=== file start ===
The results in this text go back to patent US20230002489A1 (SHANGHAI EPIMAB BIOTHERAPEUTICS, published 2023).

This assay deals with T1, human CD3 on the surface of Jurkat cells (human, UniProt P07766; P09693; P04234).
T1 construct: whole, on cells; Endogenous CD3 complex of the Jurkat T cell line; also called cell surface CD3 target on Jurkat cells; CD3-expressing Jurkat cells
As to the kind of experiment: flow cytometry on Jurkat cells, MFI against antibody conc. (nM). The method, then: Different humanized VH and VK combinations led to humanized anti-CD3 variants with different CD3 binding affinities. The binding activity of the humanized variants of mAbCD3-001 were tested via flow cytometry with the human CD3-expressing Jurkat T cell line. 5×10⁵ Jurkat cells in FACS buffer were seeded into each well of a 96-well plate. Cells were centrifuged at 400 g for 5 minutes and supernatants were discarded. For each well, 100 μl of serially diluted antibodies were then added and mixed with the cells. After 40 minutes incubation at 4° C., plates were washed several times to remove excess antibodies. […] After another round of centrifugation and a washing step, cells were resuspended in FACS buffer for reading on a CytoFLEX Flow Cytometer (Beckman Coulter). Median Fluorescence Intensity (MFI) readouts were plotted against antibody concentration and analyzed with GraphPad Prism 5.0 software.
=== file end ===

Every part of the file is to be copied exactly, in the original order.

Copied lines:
The results in this text go back to patent US20230002489A1 (SHANGHAI EPIMAB BIOTHERAPEUTICS, published 2023).

This assay deals with T1, human CD3 on the surface of Jurkat cells (human, UniProt P07766; P09693; P04234).
T1 construct: whole, on cells; Endogenous CD3 complex of the Jurkat T cell line; also called cell surface CD3 target on Jurkat cells; CD3-expressing Jurkat cells
As to the kind of experiment: flow cytometry on Jurkat cells, MFI against antibody conc. (nM). The method, then: Different humanized VH and VK combinations led to humanized anti-CD3 variants with different CD3 binding affinities. The binding activity of the humanized variants of mAbCD3-001 were tested via flow cytometry with the human CD3-expressing Jurkat T cell line. 5×10⁵ Jurkat cells in FACS buffer were seeded into each well of a 96-well plate. Cells were centrifuged at 400 g for 5 minutes and supernatants were discarded. For each well, 100 μl of serially diluted antibodies were then added and mixed with the cells. After 40 minutes incubation at 4° C., plates were washed several times to remove excess antibodies. […] After another round of centrifugation and a washing step, cells were resuspended in FACS buffer for reading on a CytoFLEX Flow Cytometer (Beckman Coulter). Median Fluorescence Intensity (MFI) readouts were plotted against antibody concentration and analyzed with GraphPad Prism 5.0 software.